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Sam Asano's Let's Invent: Exercise can make 'golden' years enjoyable

November 12. 2017 9:17PM

The reader response response to last week’s installment about life’s little irritations we Golden Lives encounter was quite overwhelming. I can categorize them roughly into two class of complaints.

One class is surprised to find that they find these tasks to have become difficult or outright impossible in the worst cases. As people advance in age, all aspects of physical and mental faculties decline. But deterioration of these abilities does not happen all at once. As seniors live daily, mostly in an aging in place environment, they continue to discover their declining ability to do various daily chores.

This group often writes in with some obvious anger. The anger they express is often an amalgam of complex emotions consisting of surprise that they can no longer easily do it, anger that this is happening to them without warning, and wondering why nobody told them that it would happen.

The second group consists of those who have given up fighting and are quietly resigned to accept their fate of declining physical and mental faculties. The problem with them is that they feel the issues are too overwhelming, and they are simply too stunned to respond or do anything about it. It is like a little boat against a raging 40-foot sea. We will capsize, and let that happen.

Then there is a large third party, which doesn’t write in, so it isn’t possible for me to answer their comments. They are the silent group. But I know this group is the majority of the aging population today. So, let’s talk about them.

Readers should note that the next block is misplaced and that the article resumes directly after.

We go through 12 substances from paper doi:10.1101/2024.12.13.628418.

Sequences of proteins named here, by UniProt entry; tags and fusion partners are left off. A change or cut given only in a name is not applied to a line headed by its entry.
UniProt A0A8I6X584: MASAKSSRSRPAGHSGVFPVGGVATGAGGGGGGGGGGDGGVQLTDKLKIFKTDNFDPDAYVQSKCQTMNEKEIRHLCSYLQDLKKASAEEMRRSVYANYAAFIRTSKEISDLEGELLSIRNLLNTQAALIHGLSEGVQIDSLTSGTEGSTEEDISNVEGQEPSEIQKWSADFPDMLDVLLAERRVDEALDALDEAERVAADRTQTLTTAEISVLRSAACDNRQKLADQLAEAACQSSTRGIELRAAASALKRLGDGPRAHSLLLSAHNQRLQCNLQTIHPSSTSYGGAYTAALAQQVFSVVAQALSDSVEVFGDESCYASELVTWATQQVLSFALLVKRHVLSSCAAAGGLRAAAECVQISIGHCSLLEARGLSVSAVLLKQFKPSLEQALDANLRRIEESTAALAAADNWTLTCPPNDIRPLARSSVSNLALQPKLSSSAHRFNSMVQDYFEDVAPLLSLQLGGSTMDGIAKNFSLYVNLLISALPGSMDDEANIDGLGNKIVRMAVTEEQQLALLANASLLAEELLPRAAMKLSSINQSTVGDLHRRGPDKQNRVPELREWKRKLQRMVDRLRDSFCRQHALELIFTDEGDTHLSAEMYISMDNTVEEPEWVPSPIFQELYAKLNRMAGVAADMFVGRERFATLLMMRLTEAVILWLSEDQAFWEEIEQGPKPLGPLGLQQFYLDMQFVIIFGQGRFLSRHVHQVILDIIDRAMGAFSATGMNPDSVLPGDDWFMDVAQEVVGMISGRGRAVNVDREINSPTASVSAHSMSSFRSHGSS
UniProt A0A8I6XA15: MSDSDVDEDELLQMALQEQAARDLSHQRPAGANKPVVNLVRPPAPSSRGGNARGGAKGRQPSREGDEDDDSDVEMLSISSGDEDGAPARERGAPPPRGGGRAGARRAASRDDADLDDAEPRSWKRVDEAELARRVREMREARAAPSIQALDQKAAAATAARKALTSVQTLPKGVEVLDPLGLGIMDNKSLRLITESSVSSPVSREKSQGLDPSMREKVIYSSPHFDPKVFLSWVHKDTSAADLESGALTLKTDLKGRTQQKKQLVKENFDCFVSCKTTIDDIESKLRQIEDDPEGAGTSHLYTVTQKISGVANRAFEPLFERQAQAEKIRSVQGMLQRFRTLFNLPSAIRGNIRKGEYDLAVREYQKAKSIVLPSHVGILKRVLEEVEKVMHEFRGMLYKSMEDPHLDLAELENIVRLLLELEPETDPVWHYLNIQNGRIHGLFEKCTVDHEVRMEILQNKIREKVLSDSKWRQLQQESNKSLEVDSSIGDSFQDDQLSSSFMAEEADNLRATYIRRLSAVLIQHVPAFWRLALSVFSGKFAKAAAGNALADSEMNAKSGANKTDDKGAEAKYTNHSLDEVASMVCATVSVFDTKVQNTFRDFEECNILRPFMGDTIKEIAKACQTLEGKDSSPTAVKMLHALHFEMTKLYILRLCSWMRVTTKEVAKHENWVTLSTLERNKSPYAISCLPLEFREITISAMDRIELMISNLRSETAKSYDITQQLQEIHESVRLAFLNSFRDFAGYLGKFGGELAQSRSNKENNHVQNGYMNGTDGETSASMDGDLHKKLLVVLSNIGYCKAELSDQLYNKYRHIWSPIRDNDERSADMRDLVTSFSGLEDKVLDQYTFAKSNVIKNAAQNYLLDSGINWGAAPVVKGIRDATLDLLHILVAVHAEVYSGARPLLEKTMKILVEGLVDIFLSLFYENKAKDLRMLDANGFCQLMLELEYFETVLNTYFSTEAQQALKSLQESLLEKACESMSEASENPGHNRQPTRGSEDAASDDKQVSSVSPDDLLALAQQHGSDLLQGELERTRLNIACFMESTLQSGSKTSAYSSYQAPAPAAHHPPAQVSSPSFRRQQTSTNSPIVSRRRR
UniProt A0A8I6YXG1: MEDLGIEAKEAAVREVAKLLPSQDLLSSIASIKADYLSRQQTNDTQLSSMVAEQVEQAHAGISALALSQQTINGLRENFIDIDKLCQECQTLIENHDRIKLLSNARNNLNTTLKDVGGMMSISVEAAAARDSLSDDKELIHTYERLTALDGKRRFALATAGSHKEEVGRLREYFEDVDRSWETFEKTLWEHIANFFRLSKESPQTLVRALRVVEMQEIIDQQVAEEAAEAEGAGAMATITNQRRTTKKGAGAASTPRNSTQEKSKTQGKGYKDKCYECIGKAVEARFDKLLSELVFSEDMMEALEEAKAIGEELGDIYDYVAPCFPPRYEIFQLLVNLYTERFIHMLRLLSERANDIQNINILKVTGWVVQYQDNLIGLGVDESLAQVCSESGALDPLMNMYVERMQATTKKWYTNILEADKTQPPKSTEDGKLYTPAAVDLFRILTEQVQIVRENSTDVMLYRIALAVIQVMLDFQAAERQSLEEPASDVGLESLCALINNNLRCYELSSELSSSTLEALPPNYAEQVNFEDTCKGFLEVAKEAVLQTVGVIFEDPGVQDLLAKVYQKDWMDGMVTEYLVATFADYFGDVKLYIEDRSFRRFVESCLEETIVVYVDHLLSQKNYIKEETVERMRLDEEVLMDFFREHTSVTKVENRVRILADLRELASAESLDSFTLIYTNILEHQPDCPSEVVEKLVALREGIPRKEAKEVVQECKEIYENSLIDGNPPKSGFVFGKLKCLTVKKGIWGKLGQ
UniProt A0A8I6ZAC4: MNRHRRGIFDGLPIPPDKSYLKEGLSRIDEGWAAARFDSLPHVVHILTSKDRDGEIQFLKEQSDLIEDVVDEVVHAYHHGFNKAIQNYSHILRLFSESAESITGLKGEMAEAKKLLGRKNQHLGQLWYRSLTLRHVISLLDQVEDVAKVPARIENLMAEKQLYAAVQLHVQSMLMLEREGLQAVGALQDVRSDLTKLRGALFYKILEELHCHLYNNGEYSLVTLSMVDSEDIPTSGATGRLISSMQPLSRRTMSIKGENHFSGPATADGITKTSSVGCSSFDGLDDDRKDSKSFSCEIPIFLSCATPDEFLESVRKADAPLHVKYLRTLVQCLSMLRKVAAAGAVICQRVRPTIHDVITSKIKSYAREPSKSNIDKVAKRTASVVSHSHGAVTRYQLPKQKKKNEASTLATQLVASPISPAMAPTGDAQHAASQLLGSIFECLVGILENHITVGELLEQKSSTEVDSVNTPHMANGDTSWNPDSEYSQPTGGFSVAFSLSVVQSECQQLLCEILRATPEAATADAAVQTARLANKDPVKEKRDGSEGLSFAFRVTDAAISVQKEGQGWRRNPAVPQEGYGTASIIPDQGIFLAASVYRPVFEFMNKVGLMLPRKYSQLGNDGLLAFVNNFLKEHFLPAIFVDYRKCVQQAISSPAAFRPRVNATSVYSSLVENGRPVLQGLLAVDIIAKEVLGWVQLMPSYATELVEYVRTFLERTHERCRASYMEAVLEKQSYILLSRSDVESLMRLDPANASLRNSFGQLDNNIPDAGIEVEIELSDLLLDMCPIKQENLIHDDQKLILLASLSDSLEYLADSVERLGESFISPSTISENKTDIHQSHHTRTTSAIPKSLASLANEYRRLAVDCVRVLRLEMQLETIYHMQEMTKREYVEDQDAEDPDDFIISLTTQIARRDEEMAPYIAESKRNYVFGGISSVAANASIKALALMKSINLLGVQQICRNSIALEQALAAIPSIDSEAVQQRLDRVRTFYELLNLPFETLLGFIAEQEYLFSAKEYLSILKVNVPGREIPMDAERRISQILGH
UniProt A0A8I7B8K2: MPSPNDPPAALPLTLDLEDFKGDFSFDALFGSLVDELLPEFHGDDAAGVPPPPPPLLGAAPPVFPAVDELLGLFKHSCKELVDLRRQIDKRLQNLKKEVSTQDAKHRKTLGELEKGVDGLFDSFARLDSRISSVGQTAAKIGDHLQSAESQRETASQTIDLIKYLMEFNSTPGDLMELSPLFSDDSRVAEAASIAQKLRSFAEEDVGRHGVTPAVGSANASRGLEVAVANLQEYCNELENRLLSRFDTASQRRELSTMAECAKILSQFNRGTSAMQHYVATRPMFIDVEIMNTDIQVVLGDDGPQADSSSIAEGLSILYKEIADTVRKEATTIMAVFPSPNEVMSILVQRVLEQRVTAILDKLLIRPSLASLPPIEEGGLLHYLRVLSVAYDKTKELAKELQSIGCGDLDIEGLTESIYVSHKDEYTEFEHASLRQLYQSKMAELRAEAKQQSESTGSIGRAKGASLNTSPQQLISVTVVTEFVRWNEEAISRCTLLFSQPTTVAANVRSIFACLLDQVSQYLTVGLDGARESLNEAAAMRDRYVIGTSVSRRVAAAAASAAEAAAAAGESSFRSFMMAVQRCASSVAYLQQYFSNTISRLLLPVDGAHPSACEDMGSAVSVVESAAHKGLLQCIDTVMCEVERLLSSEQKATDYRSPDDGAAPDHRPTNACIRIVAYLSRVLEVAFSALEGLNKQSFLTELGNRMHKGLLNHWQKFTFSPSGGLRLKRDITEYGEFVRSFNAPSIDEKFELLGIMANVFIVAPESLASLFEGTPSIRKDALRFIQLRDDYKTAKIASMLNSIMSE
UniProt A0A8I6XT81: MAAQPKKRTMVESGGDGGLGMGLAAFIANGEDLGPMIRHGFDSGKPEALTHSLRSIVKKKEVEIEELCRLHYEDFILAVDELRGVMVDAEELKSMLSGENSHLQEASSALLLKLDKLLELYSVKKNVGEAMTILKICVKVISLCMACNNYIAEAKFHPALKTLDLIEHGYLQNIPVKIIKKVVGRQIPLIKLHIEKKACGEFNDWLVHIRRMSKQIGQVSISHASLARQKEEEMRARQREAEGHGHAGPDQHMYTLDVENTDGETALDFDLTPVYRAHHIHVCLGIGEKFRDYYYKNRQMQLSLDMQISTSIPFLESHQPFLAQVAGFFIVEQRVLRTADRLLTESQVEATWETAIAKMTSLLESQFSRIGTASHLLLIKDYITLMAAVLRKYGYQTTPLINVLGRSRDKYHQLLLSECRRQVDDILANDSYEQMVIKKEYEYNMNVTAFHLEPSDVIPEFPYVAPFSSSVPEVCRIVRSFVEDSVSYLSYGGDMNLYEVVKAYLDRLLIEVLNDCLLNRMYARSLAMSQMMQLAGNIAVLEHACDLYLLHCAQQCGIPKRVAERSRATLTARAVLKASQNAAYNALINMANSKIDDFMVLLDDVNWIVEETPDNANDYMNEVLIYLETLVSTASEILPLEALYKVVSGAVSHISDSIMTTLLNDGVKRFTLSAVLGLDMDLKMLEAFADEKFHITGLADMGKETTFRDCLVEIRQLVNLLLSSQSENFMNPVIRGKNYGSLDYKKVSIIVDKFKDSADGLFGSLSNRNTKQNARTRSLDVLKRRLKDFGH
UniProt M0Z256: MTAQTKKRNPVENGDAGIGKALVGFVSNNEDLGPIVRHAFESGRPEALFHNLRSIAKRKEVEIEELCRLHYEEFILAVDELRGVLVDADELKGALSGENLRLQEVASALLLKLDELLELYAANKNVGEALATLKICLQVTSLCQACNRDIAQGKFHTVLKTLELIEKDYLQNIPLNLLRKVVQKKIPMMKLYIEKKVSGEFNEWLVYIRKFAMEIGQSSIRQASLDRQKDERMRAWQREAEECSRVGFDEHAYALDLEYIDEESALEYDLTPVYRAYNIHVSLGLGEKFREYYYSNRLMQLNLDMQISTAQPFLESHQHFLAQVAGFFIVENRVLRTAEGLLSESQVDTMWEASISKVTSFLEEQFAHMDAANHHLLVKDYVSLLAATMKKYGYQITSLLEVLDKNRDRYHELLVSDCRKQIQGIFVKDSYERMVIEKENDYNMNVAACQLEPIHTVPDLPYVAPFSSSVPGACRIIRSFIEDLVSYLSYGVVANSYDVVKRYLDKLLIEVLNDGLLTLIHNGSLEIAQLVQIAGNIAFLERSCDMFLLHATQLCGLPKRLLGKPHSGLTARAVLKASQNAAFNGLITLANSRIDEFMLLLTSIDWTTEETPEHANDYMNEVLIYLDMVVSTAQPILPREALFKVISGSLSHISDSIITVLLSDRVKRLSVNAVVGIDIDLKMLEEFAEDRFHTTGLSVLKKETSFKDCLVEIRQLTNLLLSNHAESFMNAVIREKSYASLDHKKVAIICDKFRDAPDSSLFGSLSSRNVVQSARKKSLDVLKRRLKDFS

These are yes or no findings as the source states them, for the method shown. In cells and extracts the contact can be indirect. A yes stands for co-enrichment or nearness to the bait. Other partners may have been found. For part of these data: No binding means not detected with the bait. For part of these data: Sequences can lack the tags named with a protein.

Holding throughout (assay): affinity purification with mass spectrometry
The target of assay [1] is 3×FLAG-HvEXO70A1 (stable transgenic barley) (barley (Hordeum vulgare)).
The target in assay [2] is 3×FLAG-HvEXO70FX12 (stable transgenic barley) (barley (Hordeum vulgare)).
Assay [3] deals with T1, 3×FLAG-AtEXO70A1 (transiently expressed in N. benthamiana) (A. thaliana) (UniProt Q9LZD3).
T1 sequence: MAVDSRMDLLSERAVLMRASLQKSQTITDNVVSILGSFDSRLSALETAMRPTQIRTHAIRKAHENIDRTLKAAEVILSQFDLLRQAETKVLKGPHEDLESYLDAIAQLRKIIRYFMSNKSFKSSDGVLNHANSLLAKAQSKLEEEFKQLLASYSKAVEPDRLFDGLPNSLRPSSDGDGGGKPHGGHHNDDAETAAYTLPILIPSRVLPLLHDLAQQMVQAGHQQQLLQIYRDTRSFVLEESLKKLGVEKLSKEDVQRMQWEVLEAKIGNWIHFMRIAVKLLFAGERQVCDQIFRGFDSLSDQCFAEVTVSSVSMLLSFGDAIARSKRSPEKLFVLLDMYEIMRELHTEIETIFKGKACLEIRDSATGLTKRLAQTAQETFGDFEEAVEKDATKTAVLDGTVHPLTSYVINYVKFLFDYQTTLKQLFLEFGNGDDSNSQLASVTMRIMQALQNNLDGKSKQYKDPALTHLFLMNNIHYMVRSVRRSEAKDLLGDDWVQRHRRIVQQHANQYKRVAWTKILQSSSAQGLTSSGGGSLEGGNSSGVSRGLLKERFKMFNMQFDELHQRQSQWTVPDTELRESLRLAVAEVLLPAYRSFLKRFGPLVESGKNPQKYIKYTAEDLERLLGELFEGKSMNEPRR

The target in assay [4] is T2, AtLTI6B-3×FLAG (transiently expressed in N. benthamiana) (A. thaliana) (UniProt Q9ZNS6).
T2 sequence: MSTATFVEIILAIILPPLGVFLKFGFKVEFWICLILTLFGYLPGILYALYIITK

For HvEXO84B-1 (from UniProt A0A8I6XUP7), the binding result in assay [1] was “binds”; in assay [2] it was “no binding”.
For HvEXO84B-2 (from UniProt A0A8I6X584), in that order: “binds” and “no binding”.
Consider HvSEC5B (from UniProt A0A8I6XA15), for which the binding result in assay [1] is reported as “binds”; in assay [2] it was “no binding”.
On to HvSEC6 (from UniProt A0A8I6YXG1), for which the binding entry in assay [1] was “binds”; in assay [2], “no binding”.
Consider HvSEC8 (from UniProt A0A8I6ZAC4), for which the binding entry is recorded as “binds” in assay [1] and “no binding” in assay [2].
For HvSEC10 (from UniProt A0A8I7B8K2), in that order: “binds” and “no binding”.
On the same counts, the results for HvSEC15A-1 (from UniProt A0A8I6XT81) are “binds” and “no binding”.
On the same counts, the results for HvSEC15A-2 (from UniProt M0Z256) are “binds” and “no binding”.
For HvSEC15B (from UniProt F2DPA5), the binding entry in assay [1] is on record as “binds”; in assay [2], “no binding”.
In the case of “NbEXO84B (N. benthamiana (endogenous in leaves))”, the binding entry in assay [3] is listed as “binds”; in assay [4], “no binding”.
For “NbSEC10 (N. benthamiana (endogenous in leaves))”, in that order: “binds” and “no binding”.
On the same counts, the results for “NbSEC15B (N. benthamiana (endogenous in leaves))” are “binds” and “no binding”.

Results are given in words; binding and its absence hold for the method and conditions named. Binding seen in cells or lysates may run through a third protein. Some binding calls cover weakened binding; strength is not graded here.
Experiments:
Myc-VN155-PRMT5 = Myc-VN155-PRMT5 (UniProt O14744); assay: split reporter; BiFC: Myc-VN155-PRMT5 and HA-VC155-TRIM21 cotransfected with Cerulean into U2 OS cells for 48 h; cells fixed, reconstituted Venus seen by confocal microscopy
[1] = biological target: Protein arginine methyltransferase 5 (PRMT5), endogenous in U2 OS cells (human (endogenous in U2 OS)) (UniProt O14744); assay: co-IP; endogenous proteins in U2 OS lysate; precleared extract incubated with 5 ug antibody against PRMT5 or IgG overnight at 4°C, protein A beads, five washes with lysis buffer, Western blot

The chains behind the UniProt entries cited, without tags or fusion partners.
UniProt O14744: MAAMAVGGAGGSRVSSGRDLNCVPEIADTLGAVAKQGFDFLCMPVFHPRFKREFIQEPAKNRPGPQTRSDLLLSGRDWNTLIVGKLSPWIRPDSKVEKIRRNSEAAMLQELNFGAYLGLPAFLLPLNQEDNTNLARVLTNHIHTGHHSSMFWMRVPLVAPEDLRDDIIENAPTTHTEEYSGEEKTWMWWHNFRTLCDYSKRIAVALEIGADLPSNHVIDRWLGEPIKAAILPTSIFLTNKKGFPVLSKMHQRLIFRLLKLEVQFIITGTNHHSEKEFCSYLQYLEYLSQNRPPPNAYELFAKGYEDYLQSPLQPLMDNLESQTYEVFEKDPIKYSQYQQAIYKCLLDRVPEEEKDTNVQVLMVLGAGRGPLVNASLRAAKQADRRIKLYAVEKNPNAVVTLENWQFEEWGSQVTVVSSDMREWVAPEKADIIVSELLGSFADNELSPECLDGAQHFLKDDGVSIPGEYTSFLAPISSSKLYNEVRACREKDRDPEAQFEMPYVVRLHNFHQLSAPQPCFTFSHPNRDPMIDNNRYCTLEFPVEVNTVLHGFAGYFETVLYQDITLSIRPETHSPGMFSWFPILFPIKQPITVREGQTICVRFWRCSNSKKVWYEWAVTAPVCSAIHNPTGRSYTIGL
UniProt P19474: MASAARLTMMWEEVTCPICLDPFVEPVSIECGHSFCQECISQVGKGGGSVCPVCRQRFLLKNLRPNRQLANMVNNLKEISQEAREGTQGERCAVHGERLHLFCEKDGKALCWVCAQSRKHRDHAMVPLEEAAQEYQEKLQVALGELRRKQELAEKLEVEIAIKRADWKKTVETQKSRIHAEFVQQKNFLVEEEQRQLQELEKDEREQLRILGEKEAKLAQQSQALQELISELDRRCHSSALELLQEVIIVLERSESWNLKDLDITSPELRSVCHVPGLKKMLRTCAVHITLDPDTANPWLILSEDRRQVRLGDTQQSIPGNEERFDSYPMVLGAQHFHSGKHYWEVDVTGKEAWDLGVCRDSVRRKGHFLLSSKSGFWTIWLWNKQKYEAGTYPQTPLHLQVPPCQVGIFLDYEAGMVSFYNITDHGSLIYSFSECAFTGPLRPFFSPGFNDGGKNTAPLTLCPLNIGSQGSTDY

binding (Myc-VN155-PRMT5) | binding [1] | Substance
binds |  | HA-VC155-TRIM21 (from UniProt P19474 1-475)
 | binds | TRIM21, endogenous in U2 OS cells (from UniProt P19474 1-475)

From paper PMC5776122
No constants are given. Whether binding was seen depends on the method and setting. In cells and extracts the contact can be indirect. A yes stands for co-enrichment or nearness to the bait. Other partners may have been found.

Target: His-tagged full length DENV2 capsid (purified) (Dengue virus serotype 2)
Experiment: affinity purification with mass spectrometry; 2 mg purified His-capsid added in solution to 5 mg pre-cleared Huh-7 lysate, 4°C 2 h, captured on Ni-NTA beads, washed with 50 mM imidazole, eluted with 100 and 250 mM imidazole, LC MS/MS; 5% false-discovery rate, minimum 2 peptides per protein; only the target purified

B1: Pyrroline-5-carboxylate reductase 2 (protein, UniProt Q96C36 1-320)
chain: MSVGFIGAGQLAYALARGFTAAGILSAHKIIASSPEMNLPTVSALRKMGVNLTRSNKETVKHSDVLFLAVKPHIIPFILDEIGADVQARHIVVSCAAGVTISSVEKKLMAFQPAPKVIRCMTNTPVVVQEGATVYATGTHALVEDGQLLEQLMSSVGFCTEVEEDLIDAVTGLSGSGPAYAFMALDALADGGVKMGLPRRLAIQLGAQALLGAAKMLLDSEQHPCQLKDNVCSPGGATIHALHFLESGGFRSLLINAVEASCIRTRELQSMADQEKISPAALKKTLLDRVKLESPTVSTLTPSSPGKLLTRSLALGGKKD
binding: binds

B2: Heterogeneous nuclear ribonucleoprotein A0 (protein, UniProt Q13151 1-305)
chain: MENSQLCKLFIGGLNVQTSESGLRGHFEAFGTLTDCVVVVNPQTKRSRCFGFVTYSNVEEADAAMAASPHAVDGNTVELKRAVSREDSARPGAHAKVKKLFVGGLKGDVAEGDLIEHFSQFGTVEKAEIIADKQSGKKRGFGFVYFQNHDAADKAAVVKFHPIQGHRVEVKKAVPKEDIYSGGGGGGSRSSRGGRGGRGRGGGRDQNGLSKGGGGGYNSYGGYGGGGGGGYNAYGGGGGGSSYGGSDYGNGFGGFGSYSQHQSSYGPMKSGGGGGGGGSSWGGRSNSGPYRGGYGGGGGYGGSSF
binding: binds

They are the silent majority of aging Americans, perhaps up to 80 percent of the 50 million aging as of 2017. Let’s just say 40 million people 65 and over. These people are either in the assisted living environment such as nursing homes and other similar situations, aging in place or living with their younger generations still. The major problem is that they are not health conscious to the point that they exercise daiy. They are not constantly paying attention to their health by monitoring various physical data.

The internet is full of helpful advice to maintain one’s health. Exercise is not that one day you join a gym and start a rigorous routine with a physical trainer directing you at all times. That might be one way to regain one’s health, but the strenuous effort always gets dropped soon as it is too hard to do.

What solves the third-party issue — the large majority who don’t want to do any exercise really — is to make exercise easy and fun to do. Japanese women today live 10 years longer than American women. Why? Because they walk a lot. And walking steadily is an easy task. It is a healthy exercise as it involves no harsh upward incline, no drastic drop in height and no pounding on knees.

However, we Americans are accustomed to look for a parking spot nearest the door of the retail store we want to visit. And we will spend 20 minutes driving around the parking lot just to find a spot near the entrance.

Obviously a drastic change needs to happen if we want our aging Golden Lives to live longer with a higher comfort level and with a happier disposition in general. By higher comfort level, I mean less pain to do things, and less surprise for sudden inabilities.

We need to start a national and voluntary movement to practice exercise for aging people. But the practice itself needs to be somewhat entertaining. I have been aware that many of the physical exercise programs have been either boring, forced-upon-you, or too strenuous to follow. That should be changed to “entertaining.” Is it really possible?

Let’s say American Medicare “A” spends $31 billion a year for the hospitalization of people by falls. Falling is the largest non-disease cause of Medicare expenditures. If we add the other expenses associated with home care, the amount would really reach $50 billion a year.

And $50 billion is a lot of money, no doubt. That comes to $1,540 per person living in this country. There has to be some way to reduce this expenditure significantly.

The world is changing. The aging sector is rising. We need to restructure our society as fast as the change is occurring.

Shintaro “Sam” Asano of New Castle was named by MIT as one of the 10 most influential inventors of the 20th century. Write to him at

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